Book Review: The Insanity of God

Anastasis Faith

       This book changed my perspective on my life.
       While I was in Africa, our hostess gave me this book to read. It’s about 320 pages long, but since I really didn’t have much to do each day when I was not on shift with the children, I was able to finish it while I was there.  

The Insanity of God is the personal and lifelong journey of an ordinary couple from rural Kentucky who thought they were going on just your ordinary missionary pilgrimage, but discovered it would be anything but. After spending over six hard years doing relief work in Somalia, and experiencing life where it looked like God had turned away completely and He was clueless about the tragedies of life, the couple had a crisis of faith and left Africa asking God, "Does the gospel work anywhere when it is really a hard place?  It sure didn't work in Somalia.

Nik recalls that, “God had always been so real to me, to Ruth, and to our boys. But was He enough, for the utter weariness of soul I experienced at that time, in that place, under those circumstances?” It is a question that many have asked and one that, if answered, can lead us to a whole new world of faith.

How does faith survive, let alone flourish in a place like the Middle East? How can Good truly overcome such evil? How do you maintain hope when all is darkness around you? How can we say “greater is He that is in me than he that is in the world” when it may not be visibly true in that place at that time? How does anyone live an abundant, victorious Christian life in our world’s toughest places? Can Christianity even work outside of Western, dressed-up, ordered nations? If so, how?

The Insanity of God tells a story—a remarkable and unique story to be sure, yet at heart a very human story—of the Ripkens’ own spiritual and emotional odyssey. The gripping, narrative account of a personal pilgrimage into some of the toughest places on earth, combined with sobering and insightful stories of the remarkable people of faith Nik and Ruth encountered on their journeys, will serve as a powerful course of revelation, growth, and challenge for anyone who wants to know whether God truly is enough.

My thoughts:
       There were two parts to the book—the first was about their relief work in Somalia and the horrific situation there and the second was their journey around the world to the countries in the world that persecuted believers the most. Their question was, “How can faith in Jesus survive in a place like this? Is it possible that a church can be established and kept alive through intense persecution?”
       Their question was answered in dozens of life-changing stories about believers across the world who are suffering intense persecution.
       This book taught me that, no matter what I’m going through, it could always be worse. Not only that, but the opportunities I have in the United States are incredible. We live in one of the only places in the world where we can freely share the gospel without the threat of going to jail or being killed or being forced to watch our families be killed. We actually have Bibles. I have two of them! And I can buy as many as I want! But when Ripken was in China interviewing people, he found out many of the pastors did not have access to a Bible!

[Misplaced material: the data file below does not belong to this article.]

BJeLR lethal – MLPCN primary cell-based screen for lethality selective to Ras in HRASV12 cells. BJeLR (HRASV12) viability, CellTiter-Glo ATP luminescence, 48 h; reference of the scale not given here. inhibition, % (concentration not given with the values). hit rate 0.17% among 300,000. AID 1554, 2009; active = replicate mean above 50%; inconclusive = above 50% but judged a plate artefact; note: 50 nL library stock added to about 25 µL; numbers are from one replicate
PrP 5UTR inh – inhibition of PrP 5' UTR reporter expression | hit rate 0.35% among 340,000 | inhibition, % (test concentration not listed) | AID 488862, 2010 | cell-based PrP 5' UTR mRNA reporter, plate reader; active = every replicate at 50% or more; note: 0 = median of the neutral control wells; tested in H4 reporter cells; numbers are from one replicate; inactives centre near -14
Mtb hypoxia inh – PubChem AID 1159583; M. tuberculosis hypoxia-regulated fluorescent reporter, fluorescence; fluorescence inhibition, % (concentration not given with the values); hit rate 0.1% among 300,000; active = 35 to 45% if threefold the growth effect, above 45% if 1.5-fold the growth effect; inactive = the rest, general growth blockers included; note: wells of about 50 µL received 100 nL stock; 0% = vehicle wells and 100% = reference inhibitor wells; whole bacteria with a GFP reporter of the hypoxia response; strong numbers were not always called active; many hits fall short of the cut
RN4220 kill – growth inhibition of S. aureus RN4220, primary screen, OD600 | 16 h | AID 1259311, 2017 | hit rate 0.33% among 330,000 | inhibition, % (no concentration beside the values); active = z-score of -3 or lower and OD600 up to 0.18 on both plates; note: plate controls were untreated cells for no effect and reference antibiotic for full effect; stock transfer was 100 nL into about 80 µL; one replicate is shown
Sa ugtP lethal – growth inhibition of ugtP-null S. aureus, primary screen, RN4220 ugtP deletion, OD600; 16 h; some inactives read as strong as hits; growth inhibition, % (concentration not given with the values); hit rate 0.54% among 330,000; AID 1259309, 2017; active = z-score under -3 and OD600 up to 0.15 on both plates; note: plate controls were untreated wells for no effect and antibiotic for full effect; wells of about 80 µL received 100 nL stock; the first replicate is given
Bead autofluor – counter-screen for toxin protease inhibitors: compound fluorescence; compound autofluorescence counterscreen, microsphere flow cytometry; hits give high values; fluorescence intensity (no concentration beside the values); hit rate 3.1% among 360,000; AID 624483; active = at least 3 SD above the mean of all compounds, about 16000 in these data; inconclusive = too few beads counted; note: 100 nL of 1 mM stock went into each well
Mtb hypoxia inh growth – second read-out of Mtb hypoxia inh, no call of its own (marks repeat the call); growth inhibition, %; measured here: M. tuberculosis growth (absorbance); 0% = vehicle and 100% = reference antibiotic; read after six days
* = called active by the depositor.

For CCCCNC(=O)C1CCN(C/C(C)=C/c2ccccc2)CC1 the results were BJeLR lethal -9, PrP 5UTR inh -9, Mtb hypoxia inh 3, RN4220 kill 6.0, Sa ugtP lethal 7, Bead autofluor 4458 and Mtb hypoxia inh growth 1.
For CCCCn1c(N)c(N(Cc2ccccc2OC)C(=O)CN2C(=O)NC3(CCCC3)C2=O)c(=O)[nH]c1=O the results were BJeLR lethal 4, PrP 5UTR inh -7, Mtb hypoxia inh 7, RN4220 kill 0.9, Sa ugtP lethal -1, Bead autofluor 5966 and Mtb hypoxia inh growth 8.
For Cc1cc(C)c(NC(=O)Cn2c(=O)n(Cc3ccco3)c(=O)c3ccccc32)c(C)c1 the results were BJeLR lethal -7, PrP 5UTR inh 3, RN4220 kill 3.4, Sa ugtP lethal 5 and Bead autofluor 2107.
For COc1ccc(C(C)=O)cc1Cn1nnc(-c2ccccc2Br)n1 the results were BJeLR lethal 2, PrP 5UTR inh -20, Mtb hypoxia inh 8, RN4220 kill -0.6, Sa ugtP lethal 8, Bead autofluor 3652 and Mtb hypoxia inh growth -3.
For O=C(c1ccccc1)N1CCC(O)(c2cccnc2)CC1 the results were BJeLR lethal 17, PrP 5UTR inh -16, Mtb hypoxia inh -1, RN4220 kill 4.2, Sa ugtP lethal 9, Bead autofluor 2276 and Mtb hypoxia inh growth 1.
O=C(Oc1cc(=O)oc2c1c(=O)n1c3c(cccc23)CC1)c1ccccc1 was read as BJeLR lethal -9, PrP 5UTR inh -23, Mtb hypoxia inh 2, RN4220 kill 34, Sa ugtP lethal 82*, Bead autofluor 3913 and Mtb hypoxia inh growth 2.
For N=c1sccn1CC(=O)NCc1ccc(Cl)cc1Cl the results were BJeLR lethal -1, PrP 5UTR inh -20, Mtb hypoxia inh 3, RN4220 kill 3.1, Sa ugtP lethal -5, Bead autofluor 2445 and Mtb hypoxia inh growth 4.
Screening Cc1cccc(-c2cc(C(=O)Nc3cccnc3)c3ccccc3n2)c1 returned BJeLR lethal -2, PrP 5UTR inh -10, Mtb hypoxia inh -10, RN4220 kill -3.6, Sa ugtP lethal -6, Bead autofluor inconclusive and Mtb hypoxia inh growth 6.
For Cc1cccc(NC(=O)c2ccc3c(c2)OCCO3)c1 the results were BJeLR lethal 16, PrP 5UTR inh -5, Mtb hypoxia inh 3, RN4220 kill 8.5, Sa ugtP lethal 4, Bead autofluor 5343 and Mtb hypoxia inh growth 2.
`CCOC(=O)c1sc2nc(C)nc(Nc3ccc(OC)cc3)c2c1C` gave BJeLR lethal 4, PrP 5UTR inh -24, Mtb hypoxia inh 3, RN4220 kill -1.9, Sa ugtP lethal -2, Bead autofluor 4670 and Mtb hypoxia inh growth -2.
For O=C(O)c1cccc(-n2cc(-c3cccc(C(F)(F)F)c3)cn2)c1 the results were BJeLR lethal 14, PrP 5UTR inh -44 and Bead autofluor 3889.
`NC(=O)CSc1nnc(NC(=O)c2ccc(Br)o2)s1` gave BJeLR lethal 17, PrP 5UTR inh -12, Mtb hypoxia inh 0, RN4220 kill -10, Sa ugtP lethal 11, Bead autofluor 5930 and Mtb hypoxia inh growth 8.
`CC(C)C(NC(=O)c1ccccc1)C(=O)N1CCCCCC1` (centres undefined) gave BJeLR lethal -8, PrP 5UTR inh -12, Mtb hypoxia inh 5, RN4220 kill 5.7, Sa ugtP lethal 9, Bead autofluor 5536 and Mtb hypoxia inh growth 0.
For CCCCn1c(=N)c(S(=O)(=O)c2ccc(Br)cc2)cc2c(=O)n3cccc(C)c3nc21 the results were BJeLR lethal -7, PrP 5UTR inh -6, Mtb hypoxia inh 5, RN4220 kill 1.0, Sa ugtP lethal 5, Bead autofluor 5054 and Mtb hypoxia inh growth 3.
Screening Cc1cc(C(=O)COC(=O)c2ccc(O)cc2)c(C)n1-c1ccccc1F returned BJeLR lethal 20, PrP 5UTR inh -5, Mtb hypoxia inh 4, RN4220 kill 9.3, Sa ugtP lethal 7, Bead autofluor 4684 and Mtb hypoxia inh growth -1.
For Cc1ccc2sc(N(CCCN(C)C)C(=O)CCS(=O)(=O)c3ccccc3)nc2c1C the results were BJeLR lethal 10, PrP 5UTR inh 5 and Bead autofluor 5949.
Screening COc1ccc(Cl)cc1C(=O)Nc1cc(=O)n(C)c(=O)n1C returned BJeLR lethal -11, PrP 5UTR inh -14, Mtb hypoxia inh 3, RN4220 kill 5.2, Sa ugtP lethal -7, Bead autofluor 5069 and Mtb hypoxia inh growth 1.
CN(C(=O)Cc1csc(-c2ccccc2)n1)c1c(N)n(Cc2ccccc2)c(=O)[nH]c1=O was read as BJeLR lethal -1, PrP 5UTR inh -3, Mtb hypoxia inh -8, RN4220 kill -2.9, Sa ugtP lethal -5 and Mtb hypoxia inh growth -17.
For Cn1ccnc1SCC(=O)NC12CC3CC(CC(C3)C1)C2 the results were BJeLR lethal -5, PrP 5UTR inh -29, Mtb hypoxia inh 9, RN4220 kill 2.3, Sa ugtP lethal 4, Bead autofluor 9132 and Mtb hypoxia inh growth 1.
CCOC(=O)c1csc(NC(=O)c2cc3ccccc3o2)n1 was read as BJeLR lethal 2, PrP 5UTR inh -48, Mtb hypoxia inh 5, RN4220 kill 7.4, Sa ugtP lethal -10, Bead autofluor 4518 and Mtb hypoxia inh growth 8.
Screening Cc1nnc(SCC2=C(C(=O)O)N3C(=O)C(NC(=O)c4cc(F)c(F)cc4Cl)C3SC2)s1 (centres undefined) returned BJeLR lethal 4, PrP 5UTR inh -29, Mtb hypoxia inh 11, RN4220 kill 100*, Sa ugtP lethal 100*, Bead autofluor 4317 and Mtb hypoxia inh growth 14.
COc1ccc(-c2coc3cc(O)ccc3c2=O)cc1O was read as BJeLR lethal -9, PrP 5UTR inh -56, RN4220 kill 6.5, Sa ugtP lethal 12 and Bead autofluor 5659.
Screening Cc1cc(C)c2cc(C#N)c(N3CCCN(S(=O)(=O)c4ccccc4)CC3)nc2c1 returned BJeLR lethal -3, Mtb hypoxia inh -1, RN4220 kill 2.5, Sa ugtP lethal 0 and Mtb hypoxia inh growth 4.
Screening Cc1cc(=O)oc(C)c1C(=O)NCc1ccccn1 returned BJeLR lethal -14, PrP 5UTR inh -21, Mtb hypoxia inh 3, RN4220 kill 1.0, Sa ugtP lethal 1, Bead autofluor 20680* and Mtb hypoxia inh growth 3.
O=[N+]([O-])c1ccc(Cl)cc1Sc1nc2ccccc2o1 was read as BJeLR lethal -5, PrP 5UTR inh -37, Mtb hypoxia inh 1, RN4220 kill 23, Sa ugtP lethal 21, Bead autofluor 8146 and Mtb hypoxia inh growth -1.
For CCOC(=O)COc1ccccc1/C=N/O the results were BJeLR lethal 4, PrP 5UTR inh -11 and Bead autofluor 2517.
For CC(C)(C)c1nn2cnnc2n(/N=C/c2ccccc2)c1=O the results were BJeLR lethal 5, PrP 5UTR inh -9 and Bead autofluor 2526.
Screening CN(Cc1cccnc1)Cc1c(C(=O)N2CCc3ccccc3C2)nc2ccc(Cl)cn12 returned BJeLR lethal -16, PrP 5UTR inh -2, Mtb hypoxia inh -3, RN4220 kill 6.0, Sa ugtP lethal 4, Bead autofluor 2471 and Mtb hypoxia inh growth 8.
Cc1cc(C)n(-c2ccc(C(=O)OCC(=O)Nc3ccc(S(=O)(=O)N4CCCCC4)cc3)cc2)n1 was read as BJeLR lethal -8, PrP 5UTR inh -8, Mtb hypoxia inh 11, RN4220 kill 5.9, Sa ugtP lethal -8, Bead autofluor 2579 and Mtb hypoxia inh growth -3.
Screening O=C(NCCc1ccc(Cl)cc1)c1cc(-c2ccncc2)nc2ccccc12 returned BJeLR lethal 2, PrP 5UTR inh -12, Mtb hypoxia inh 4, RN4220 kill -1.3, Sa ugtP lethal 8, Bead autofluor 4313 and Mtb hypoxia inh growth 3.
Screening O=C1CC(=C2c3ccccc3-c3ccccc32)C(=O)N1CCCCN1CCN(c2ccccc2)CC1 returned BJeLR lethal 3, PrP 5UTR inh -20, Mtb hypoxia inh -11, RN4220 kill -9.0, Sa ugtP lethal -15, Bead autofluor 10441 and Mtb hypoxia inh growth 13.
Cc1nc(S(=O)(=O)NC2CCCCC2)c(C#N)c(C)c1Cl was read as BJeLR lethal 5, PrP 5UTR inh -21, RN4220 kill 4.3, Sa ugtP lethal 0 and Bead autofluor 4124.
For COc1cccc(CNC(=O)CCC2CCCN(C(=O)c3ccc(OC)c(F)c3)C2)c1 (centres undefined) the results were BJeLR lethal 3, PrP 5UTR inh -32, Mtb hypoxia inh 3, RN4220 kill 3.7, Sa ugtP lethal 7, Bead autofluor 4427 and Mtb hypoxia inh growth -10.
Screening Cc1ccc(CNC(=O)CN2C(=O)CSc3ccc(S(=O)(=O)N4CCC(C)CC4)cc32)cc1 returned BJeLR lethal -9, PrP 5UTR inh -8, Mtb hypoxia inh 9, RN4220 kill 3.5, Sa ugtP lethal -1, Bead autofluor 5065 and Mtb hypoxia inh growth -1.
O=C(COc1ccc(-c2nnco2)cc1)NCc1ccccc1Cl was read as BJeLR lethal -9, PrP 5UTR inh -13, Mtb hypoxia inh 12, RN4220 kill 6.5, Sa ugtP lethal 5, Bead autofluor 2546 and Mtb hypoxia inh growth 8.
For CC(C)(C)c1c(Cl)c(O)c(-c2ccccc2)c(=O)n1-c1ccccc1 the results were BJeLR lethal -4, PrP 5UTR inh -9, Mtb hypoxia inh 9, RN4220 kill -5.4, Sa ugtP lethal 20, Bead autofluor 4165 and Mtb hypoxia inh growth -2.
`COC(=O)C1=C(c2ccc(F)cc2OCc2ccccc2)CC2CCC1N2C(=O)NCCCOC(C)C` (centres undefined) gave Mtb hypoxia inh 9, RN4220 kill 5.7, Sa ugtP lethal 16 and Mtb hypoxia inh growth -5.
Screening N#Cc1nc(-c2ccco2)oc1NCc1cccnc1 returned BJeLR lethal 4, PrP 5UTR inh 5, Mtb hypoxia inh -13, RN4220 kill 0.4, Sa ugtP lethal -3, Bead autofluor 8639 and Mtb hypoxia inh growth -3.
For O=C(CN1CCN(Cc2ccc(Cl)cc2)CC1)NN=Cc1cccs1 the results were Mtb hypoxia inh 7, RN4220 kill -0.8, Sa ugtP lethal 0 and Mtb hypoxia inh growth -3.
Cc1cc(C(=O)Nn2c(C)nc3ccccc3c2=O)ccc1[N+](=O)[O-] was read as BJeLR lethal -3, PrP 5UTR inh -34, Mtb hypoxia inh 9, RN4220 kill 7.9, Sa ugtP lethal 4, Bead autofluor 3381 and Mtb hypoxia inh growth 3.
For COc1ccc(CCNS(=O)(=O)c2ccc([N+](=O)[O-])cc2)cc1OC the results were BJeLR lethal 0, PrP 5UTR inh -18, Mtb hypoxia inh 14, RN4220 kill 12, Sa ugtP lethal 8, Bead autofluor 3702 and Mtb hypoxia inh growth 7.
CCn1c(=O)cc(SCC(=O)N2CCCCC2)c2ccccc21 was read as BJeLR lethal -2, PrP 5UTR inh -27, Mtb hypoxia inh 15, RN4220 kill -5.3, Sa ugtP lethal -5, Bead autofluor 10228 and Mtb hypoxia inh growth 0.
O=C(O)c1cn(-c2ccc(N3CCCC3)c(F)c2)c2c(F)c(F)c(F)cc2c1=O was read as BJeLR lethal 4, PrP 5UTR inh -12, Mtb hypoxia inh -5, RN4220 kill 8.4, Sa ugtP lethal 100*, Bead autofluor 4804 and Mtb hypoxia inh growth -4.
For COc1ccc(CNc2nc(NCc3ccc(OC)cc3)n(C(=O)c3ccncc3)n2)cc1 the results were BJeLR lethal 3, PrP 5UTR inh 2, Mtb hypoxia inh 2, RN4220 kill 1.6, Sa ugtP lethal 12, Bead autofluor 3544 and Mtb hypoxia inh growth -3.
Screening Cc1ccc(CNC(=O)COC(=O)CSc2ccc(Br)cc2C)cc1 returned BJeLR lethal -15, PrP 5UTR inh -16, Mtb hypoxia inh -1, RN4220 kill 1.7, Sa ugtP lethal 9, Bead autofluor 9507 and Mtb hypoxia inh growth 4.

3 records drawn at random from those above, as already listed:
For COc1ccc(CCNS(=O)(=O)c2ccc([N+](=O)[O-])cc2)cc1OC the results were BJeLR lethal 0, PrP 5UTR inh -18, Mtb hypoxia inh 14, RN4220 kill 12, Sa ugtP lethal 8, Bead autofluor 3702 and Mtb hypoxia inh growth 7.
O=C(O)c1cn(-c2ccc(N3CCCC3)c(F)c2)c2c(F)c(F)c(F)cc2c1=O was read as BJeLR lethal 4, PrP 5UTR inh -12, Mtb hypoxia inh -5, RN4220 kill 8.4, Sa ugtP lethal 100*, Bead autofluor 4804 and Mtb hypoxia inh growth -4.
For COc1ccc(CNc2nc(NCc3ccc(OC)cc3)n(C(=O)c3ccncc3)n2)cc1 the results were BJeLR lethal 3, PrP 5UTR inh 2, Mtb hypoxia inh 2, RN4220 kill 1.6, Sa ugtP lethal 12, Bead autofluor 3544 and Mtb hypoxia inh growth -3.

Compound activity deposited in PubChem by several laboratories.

Another huge thing that hit me while I was reading this book was one of the things a Chinese pastor said. He said, “You can only bring into persecution what you already have.” In other words, you’re not going to magically remember Scripture you didn’t memorize. You’re not going to remember hymns you never learned. What you take with you into persecution is what you have before persecution. While we are living in a free country, we need to be packing our minds to overflowing with Scripture.
       Finally, Ripken said something very powerful toward the end of the book. I would give a direct quote and cite it, but I left the book in Africa. ;) Basically, if you are not being persecuted, then you are not sharing the gospel of Jesus. Jesus’ gospel is offensive, and people will hate you for it. So if people are not hating you and persecuting you, then you are not sharing His gospel.
       Wow, that’s convicting for me.
       This book helped me so much in my Christian walk and convicted me of a lot of weaknesses in my life. I would highly recommend this book. It starts out slow, and yes, it’s a big book, but oh you will not regret it. I cried through many parts of it.

Sexual content:
       There were mentions of women being abused in the terrible conditions of Somalia, but there is nothing explicit. There was nothing besides that.

What I didn’t like:
       The beginning was slow. It took a little while to get into it, but the farther you go into the book, the better it gets.

Final Thoughts:
       That’s it.

Have you heard of this book? Do you plan on reading it? Any other really convicting and powerful books that you’ve read? Share in the comments!

Anastasis Faith / Author & Editor

Anastasis is a Texas girl who enjoys writing, blogging, and music. You can connect with her here on her blog, or at


  1. I hadn't heard of this book until your review. It sounds like an awesome read though, so I'll have to check it out. :) A book that I really enjoyed was "Girl Defined : God's Radical Design for Beauty, Femininity, and Identity " by Kristen Clark and Bethany Baird. I know that you follow the Girl Defined blogs, Anna, so I would totally recommend this book if you haven't read it already! :)
    Thanks for another great post!
    ♥♥♥ Laura

  2. Great review! I read this book several years back and it really impacted me as well. To date, it is still the most striking and influential story of its kind I've read. I need to purchase my own copy so I can give it another read!


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